We all know what a typical blog post looks like – pretty much exactly like what you’re looking at right now. A main column of text with a sidebar, comments at the bottom, maybe some advertising above, below, and off to the side. There are variations of course: part of WordPress’s popularity comes from the way it allows site owners to choose from thousands of themes that will alter what a site looks like. But, the basic architecture of a blog article is consistent and quite different to the appearance of articles in magazines.
Blog articles are not magazine articles – no great revelation there. They are built on different technology in a different context. But blog designers have tended to ignore many of the lessons about layout, typography, and image use that magazine designers have learned over decades.
With the dominance of mobile and touch interfaces, and the popularity of longform content, it might be time to think about what a blog for the modern age would look like. Apps like Flipboard and Apple News have implemented some of these lessons – slick responsive layouts that put content and images front and center.
Traditional magazine layouts are time-consuming and require meticulous attention to detail from expert designers. Apps like Flipboard use proprietary and closely guarded algorithms for page layout. Storyform is a plugin and cloud service that brings some of the magic of magazine-style page layouts to WordPress articles.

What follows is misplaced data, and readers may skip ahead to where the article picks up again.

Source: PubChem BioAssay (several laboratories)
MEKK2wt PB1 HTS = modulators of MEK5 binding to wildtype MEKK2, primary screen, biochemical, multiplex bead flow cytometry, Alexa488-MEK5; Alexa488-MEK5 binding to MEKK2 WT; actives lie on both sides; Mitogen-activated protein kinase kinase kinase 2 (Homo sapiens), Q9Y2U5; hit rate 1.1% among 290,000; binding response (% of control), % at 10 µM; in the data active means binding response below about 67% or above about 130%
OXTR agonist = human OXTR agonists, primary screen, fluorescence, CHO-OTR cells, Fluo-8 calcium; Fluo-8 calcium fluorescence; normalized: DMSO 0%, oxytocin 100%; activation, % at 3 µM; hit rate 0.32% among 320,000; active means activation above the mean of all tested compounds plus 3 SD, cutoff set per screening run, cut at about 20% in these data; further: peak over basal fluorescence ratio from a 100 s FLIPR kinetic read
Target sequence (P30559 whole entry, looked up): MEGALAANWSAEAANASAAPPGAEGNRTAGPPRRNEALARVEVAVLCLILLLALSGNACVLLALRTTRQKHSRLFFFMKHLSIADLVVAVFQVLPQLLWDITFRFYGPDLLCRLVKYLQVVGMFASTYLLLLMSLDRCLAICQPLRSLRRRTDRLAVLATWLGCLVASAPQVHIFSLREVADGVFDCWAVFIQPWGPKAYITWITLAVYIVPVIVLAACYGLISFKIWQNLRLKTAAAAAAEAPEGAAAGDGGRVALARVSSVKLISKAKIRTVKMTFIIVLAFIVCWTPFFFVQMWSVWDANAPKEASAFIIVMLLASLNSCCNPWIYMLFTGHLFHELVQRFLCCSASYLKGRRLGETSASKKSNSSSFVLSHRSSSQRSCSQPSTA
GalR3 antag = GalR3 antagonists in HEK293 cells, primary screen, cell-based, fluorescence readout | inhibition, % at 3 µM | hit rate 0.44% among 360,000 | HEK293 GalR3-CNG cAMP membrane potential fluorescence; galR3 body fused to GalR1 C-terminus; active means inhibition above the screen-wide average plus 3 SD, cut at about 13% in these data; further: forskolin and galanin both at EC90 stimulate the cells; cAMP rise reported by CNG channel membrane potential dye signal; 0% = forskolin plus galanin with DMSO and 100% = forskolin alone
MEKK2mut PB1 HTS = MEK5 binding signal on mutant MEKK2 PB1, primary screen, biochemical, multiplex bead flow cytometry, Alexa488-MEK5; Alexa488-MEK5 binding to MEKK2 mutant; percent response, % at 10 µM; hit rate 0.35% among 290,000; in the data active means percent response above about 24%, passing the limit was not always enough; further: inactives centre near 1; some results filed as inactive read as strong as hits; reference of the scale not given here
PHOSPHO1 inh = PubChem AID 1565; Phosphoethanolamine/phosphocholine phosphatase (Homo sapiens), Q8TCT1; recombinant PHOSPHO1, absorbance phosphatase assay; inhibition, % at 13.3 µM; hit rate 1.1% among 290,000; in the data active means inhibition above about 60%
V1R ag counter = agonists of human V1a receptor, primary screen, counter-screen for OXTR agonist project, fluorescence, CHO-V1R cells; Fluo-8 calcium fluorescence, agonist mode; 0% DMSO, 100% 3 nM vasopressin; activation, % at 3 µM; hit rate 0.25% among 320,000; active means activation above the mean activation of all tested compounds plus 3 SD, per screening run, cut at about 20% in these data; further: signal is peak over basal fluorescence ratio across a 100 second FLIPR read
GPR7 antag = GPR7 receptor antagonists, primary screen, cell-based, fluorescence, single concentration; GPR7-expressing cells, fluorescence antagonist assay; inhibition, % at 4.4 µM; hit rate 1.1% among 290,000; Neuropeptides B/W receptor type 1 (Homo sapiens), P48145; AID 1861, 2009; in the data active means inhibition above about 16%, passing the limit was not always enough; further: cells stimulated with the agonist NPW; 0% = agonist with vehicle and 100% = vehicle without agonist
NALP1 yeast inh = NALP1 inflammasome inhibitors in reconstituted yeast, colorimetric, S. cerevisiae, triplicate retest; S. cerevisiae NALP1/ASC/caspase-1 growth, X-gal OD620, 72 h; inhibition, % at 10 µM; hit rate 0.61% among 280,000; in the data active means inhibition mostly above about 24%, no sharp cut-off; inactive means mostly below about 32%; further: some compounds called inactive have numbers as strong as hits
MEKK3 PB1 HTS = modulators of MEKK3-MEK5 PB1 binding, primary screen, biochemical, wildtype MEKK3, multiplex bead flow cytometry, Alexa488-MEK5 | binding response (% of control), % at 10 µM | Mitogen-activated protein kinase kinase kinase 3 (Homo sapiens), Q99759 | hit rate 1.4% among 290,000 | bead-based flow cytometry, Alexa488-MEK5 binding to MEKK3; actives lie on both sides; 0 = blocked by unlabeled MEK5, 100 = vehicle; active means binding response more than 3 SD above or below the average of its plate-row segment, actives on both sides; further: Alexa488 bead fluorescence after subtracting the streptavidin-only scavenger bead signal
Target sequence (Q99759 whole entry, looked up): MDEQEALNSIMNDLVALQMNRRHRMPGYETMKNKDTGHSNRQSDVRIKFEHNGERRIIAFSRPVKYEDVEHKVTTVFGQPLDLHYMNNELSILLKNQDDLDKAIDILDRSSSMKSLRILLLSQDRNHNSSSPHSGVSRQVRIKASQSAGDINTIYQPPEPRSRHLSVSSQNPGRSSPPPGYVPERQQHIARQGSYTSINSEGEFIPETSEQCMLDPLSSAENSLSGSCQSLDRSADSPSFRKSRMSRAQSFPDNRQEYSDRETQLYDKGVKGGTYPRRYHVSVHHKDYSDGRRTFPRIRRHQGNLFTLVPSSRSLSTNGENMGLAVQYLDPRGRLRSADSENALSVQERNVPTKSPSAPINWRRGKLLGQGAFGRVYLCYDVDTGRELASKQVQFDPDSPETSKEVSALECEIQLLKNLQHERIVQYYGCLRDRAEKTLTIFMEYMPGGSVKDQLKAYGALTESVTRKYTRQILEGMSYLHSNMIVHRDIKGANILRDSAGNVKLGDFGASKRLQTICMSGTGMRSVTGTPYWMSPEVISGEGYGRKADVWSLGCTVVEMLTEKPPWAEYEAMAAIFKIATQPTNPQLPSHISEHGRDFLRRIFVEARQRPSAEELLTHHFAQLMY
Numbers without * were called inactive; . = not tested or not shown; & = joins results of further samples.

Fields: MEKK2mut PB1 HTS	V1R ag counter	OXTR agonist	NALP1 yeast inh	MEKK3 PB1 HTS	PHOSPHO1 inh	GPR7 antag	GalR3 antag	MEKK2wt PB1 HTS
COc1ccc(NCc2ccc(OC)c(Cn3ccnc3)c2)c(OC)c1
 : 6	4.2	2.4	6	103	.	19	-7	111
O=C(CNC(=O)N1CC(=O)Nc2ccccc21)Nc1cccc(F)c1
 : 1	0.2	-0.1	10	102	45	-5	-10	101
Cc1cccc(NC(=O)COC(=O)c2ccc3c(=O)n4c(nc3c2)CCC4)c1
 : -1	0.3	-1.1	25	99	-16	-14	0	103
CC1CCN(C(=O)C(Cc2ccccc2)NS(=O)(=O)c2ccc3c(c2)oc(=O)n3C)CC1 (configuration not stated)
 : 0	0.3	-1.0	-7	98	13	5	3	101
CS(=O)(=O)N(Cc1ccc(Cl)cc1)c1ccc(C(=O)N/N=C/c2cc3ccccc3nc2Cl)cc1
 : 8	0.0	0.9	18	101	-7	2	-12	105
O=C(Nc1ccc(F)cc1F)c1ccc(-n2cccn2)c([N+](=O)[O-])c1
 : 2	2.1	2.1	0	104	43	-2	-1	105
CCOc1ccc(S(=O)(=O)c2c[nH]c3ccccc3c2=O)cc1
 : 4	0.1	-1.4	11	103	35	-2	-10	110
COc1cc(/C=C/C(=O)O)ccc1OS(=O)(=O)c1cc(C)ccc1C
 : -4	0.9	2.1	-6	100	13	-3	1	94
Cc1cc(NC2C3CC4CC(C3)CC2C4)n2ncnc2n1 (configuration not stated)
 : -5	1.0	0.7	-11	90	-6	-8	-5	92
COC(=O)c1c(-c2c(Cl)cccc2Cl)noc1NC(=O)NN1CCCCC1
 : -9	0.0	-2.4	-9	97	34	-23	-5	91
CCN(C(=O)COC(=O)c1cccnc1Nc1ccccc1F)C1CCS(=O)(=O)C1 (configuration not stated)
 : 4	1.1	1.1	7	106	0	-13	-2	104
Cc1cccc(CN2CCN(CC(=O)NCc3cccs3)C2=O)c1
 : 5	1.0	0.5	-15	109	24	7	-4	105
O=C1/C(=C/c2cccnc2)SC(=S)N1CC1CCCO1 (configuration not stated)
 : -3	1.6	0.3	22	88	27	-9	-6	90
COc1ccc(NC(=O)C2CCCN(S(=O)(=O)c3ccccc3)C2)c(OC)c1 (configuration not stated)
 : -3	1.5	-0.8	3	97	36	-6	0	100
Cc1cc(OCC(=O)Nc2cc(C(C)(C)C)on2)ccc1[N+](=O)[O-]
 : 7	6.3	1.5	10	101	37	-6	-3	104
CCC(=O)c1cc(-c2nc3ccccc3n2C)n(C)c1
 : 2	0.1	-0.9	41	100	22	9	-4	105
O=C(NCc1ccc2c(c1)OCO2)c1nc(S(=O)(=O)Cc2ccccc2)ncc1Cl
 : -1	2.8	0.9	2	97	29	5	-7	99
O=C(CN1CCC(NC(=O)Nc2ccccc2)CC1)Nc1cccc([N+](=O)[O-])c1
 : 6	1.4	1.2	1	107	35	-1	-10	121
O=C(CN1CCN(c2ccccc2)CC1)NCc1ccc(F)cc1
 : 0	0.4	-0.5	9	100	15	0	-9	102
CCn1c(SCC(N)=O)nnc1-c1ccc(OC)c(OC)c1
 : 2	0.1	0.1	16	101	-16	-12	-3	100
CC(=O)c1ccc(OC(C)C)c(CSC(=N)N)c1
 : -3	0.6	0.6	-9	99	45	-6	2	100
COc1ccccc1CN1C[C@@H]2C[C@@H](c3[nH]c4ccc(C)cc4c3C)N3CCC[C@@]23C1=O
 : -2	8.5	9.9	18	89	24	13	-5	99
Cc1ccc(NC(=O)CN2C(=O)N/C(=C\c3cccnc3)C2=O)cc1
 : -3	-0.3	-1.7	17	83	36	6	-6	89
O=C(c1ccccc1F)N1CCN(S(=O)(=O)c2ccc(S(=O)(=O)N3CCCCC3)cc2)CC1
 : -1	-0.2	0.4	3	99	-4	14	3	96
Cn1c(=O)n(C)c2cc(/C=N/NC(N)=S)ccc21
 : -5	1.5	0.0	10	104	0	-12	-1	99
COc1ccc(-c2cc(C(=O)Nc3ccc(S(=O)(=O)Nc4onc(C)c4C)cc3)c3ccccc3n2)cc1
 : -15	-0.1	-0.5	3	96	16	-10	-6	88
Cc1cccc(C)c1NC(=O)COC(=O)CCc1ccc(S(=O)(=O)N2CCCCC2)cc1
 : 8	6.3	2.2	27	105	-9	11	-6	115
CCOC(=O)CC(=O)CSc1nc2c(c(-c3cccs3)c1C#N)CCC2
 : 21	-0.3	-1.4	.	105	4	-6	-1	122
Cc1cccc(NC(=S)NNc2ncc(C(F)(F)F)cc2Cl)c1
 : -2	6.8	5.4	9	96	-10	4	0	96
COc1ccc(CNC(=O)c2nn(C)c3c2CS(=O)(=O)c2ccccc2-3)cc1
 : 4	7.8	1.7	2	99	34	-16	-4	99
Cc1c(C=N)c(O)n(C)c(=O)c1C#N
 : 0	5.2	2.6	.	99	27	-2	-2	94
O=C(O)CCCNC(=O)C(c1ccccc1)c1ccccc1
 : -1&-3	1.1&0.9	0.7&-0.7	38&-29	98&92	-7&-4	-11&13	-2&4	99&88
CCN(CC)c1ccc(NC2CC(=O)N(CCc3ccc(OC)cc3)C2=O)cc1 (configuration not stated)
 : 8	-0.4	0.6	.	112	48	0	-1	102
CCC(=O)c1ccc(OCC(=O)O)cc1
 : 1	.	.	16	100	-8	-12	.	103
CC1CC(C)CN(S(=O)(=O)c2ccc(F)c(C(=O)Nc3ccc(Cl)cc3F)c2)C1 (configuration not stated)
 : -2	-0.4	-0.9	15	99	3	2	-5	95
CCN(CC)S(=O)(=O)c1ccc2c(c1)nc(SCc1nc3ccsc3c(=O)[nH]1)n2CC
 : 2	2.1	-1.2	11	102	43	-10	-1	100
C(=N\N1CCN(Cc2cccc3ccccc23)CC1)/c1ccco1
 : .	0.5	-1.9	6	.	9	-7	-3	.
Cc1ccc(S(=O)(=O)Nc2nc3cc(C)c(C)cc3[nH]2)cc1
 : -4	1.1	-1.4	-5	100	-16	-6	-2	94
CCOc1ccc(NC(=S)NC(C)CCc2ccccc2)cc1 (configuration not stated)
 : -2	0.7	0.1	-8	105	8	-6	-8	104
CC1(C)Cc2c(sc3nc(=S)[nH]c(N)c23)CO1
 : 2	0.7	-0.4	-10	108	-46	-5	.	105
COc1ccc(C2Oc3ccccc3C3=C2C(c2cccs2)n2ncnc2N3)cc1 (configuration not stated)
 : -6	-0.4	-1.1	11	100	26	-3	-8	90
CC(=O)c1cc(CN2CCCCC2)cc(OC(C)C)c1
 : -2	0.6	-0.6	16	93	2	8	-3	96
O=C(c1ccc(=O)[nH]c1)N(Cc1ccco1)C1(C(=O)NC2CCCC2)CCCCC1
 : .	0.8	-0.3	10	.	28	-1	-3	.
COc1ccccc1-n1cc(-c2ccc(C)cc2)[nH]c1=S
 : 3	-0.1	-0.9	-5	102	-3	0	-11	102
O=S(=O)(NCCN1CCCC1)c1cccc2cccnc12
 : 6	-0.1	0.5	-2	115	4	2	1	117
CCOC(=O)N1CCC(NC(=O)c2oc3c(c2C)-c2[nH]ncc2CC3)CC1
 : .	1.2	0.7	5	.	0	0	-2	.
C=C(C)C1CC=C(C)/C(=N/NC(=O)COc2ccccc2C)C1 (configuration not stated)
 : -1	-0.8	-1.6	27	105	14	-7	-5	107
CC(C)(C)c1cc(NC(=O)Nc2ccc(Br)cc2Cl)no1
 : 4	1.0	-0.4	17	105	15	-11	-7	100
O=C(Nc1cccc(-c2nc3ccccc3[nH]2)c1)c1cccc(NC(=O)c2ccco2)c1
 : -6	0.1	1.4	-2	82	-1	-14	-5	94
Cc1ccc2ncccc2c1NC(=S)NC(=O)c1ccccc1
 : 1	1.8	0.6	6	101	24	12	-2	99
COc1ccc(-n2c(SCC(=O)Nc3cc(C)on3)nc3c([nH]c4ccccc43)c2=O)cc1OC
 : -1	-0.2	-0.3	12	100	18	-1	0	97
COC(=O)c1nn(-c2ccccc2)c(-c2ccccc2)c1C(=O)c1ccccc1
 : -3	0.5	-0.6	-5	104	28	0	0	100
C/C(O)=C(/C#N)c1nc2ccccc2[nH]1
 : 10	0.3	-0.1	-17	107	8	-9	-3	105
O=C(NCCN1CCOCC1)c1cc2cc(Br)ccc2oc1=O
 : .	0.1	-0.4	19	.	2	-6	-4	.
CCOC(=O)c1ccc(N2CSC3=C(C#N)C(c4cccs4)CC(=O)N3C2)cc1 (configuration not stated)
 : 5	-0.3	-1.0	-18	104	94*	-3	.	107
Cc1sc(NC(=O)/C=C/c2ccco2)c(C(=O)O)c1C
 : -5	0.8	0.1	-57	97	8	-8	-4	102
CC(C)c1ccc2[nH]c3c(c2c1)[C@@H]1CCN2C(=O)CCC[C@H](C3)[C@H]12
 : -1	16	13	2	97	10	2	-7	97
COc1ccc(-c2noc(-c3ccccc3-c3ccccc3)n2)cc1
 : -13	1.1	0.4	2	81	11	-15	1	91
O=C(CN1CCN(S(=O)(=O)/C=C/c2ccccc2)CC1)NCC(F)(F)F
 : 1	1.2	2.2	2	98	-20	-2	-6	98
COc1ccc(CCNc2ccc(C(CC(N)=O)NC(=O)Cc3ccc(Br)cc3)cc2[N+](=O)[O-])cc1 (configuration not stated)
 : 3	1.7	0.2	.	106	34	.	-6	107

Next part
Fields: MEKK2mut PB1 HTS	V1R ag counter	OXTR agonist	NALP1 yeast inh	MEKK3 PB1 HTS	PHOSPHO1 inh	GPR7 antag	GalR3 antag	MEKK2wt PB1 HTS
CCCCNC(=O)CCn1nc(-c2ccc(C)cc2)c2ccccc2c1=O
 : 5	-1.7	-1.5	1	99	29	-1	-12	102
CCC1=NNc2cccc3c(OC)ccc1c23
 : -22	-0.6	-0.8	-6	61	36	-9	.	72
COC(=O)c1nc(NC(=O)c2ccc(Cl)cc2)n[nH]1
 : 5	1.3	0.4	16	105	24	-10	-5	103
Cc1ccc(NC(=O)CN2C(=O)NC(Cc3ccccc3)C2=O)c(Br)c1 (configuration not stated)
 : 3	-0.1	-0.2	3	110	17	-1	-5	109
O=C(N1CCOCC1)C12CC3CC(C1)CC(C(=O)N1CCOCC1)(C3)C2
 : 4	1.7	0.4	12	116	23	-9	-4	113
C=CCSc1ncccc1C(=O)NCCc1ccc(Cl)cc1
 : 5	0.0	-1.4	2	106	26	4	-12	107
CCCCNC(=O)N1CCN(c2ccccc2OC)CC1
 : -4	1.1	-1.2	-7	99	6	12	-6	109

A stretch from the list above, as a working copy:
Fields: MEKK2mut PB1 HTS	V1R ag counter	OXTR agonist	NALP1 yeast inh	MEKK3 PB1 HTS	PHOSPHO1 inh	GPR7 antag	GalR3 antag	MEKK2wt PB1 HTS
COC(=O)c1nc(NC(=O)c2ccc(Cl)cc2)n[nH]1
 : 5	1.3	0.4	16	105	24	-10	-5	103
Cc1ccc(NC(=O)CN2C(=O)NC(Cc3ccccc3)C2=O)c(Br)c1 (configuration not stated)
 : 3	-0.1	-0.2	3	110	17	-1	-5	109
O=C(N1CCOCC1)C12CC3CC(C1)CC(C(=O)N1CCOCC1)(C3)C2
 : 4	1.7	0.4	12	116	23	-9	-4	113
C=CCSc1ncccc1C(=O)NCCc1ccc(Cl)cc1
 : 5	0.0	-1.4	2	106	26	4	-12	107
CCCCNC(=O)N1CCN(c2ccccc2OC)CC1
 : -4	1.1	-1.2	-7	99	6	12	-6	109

The best way to get an idea of what Storyform can do is to see it in action. Storyform takes a standard WordPress post, and gives it a substantial facelift that includes side scrolling navigation, full-bleed and intelligently placed images with captions, embedded video, beautiful typography, and pull quotes. Essentially, it’s everything you would usually associate with a well-produced magazine article.
One of the best aspects of Storyform is that it requires almost no changes to your standard WordPress publishing workflow. You write articles in WordPress as you normally would, with a couple of extra considerations – the first image in your post will be the title image in the Storyform article; Storyform will use the first H2 title as its subtitle, and you’ll have to indicate pull quotes manually with a button in the editor.
If I have a complaint about Storyform, it’s that the developers chose to implement it as a hybrid plugin / cloud system. The plugin contains basic features, and the cloud platform does most of the heavy lifting – although it should be noted that the article will be served from your domain. The main motivation for splitting the service is likely that Storyform wanted to control themes, especially premium themes, but there are methods of monetization that don’t mean your articles will disappear if Storyform ever goes away.
Aside from that, Storyform is a great way to make something special of your blog posts and get away from from the standard layout.